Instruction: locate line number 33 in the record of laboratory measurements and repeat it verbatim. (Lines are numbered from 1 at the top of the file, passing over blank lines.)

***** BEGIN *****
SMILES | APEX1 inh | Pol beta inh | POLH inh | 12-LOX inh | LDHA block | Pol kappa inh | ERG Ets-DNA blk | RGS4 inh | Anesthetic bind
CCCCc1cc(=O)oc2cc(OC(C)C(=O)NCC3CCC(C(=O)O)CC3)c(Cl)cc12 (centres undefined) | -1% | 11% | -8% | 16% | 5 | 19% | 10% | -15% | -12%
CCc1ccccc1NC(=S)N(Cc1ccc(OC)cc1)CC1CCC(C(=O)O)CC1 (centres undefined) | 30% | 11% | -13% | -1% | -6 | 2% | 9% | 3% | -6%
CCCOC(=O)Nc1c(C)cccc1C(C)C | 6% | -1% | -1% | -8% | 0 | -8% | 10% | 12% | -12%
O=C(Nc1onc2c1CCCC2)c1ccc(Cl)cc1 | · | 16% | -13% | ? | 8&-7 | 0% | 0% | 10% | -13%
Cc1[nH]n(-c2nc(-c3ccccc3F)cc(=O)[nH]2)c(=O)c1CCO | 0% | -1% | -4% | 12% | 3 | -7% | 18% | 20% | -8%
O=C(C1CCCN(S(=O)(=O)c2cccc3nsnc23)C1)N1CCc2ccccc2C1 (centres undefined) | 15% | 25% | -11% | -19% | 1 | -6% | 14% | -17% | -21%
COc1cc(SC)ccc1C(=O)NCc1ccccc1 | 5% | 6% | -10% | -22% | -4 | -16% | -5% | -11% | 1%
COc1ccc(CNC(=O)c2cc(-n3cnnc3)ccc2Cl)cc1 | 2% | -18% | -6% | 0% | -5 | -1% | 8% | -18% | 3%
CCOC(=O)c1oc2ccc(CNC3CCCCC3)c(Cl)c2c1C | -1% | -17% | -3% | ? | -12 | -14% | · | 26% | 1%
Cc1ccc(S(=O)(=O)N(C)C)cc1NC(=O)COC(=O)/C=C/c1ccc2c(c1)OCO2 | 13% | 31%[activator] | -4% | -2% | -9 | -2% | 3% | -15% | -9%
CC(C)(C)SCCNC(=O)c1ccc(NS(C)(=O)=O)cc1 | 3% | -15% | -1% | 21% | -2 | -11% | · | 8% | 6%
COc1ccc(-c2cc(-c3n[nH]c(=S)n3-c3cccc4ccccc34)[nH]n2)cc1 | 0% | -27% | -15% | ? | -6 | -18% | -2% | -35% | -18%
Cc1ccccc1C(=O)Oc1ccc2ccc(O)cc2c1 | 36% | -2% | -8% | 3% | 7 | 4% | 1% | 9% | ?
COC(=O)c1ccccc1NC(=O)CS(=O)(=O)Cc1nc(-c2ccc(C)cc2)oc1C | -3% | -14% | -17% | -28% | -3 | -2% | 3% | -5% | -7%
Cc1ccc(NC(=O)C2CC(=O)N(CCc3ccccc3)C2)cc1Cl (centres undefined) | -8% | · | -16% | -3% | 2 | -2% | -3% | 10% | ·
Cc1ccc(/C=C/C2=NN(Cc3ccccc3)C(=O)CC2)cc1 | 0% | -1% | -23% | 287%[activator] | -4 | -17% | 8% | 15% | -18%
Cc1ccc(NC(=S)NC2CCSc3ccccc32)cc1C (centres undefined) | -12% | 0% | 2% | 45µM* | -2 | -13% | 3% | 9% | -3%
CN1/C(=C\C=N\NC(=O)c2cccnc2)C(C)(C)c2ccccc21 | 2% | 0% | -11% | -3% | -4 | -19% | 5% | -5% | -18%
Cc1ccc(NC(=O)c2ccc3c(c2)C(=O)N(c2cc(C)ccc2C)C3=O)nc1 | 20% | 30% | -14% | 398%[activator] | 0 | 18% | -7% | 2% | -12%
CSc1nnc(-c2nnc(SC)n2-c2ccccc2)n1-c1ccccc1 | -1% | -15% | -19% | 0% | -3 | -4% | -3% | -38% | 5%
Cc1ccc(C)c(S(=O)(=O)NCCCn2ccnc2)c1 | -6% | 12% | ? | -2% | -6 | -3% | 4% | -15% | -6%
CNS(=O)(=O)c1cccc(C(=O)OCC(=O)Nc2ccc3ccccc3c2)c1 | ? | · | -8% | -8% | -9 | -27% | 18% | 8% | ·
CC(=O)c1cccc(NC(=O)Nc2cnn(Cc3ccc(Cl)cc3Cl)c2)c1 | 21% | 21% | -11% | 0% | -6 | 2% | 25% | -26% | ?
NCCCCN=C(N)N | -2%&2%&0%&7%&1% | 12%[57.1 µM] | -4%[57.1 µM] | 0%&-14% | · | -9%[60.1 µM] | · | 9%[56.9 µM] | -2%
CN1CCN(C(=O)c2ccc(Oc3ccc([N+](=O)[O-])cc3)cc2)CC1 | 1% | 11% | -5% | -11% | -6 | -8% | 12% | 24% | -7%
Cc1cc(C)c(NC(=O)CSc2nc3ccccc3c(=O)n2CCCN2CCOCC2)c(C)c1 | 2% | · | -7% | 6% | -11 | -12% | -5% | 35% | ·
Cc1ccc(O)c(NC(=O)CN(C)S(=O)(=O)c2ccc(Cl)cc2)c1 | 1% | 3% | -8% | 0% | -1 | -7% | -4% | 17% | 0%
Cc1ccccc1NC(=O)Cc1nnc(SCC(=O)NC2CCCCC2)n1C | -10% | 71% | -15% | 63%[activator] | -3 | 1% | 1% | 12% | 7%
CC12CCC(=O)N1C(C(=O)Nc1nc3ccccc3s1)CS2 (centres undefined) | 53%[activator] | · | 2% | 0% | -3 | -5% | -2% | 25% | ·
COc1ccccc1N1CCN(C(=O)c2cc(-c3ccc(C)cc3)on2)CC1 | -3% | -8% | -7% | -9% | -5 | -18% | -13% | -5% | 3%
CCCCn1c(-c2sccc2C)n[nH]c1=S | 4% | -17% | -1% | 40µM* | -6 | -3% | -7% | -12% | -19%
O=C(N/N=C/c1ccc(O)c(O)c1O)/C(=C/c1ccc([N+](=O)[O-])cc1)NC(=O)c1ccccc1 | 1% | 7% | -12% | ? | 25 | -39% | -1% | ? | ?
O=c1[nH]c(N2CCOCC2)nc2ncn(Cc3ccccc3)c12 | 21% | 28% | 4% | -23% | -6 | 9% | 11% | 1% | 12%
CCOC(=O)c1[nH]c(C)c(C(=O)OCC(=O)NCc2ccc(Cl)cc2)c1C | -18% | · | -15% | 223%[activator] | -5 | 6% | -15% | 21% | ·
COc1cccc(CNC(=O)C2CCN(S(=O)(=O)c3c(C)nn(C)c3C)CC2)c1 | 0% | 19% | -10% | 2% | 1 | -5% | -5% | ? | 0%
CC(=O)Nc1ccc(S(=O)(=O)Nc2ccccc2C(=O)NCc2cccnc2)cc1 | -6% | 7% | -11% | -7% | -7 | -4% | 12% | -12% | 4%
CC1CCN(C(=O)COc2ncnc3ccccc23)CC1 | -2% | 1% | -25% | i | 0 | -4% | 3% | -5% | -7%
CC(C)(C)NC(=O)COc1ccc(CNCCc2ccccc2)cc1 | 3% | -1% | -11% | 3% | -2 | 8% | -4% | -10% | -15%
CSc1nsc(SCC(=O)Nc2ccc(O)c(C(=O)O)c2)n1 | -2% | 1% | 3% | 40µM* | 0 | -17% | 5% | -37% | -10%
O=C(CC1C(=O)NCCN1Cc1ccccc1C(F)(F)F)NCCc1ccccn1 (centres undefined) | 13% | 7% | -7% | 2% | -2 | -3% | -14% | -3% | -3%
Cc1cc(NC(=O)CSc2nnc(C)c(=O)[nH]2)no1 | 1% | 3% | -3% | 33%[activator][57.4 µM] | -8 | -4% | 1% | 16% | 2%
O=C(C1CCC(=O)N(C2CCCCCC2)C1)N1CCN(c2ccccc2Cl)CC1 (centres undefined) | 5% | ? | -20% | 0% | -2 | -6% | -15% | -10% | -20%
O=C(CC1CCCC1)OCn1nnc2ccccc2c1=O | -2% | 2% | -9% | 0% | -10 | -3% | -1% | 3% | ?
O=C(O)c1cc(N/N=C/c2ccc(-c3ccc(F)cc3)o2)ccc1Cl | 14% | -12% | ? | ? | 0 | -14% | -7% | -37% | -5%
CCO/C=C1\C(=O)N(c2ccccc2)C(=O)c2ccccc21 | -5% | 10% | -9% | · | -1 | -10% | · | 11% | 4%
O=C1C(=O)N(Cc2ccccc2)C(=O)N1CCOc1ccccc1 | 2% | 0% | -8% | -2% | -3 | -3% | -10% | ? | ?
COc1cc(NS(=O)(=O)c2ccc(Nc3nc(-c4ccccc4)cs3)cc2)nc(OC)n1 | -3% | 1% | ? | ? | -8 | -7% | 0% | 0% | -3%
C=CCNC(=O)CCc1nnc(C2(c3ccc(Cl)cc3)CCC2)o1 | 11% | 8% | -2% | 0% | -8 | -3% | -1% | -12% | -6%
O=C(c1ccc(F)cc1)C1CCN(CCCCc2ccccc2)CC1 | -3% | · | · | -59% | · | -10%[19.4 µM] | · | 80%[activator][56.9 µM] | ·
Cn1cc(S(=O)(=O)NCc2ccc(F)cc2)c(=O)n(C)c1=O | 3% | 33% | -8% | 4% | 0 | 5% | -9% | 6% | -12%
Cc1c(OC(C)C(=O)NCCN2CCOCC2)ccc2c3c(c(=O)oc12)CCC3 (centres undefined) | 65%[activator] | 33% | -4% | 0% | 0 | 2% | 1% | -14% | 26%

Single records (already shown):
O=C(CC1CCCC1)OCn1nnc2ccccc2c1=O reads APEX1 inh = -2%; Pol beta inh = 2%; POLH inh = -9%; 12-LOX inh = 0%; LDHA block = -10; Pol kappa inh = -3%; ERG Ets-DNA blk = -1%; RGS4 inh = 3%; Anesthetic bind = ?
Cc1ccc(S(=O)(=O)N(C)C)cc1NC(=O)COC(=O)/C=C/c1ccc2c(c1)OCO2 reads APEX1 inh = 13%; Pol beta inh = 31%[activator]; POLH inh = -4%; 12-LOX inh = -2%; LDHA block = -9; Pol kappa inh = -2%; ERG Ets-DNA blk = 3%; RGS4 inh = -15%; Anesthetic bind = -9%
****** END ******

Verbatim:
O=C(N/N=C/c1ccc(O)c(O)c1O)/C(=C/c1ccc([N+](=O)[O-])cc1)NC(=O)c1ccccc1 | 1% | 7% | -12% | ? | 25 | -39% | -1% | ? | ?